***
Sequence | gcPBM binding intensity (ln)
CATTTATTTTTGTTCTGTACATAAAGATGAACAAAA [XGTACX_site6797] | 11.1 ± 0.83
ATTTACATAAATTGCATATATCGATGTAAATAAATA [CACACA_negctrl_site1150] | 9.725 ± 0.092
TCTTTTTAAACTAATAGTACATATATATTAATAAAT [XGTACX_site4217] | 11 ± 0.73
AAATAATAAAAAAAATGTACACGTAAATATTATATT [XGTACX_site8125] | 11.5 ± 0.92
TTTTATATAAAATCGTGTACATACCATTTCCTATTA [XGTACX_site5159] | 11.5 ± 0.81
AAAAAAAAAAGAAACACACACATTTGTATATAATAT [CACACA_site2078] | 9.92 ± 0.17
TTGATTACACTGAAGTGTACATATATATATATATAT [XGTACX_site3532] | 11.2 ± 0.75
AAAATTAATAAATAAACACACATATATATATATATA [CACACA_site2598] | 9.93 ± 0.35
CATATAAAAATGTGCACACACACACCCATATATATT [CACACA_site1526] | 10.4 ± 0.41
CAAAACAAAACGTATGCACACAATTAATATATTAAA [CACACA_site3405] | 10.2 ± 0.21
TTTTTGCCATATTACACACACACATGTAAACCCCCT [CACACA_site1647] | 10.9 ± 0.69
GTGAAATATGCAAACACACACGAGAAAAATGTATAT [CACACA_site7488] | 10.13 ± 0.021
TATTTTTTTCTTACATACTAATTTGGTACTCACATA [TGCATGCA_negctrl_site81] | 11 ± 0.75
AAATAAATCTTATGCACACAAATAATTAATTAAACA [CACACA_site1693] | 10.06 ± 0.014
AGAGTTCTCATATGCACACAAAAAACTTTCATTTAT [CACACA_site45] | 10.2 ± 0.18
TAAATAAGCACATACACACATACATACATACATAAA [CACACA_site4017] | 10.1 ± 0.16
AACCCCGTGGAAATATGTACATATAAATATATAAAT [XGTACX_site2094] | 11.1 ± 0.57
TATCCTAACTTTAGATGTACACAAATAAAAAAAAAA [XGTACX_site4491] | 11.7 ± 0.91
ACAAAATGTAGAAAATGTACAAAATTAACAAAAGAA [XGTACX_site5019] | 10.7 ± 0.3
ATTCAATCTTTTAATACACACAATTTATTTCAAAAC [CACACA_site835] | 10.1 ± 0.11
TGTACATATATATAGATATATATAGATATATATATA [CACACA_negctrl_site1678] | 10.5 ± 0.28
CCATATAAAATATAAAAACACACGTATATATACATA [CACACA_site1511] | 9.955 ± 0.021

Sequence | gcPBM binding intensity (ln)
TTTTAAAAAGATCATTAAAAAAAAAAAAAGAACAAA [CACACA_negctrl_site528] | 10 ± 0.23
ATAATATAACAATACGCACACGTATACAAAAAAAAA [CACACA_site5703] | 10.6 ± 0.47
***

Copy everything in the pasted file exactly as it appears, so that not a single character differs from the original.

Sequence | gcPBM binding intensity (ln)
CATTTATTTTTGTTCTGTACATAAAGATGAACAAAA [XGTACX_site6797] | 11.1 ± 0.83
ATTTACATAAATTGCATATATCGATGTAAATAAATA [CACACA_negctrl_site1150] | 9.725 ± 0.092
TCTTTTTAAACTAATAGTACATATATATTAATAAAT [XGTACX_site4217] | 11 ± 0.73
AAATAATAAAAAAAATGTACACGTAAATATTATATT [XGTACX_site8125] | 11.5 ± 0.92
TTTTATATAAAATCGTGTACATACCATTTCCTATTA [XGTACX_site5159] | 11.5 ± 0.81
AAAAAAAAAAGAAACACACACATTTGTATATAATAT [CACACA_site2078] | 9.92 ± 0.17
TTGATTACACTGAAGTGTACATATATATATATATAT [XGTACX_site3532] | 11.2 ± 0.75
AAAATTAATAAATAAACACACATATATATATATATA [CACACA_site2598] | 9.93 ± 0.35
CATATAAAAATGTGCACACACACACCCATATATATT [CACACA_site1526] | 10.4 ± 0.41
CAAAACAAAACGTATGCACACAATTAATATATTAAA [CACACA_site3405] | 10.2 ± 0.21
TTTTTGCCATATTACACACACACATGTAAACCCCCT [CACACA_site1647] | 10.9 ± 0.69
GTGAAATATGCAAACACACACGAGAAAAATGTATAT [CACACA_site7488] | 10.13 ± 0.021
TATTTTTTTCTTACATACTAATTTGGTACTCACATA [TGCATGCA_negctrl_site81] | 11 ± 0.75
AAATAAATCTTATGCACACAAATAATTAATTAAACA [CACACA_site1693] | 10.06 ± 0.014
AGAGTTCTCATATGCACACAAAAAACTTTCATTTAT [CACACA_site45] | 10.2 ± 0.18
TAAATAAGCACATACACACATACATACATACATAAA [CACACA_site4017] | 10.1 ± 0.16
AACCCCGTGGAAATATGTACATATAAATATATAAAT [XGTACX_site2094] | 11.1 ± 0.57
TATCCTAACTTTAGATGTACACAAATAAAAAAAAAA [XGTACX_site4491] | 11.7 ± 0.91
ACAAAATGTAGAAAATGTACAAAATTAACAAAAGAA [XGTACX_site5019] | 10.7 ± 0.3
ATTCAATCTTTTAATACACACAATTTATTTCAAAAC [CACACA_site835] | 10.1 ± 0.11
TGTACATATATATAGATATATATAGATATATATATA [CACACA_negctrl_site1678] | 10.5 ± 0.28
CCATATAAAATATAAAAACACACGTATATATACATA [CACACA_site1511] | 9.955 ± 0.021

Sequence | gcPBM binding intensity (ln)
TTTTAAAAAGATCATTAAAAAAAAAAAAAGAACAAA [CACACA_negctrl_site528] | 10 ± 0.23
ATAATATAACAATACGCACACGTATACAAAAAAAAA [CACACA_site5703] | 10.6 ± 0.47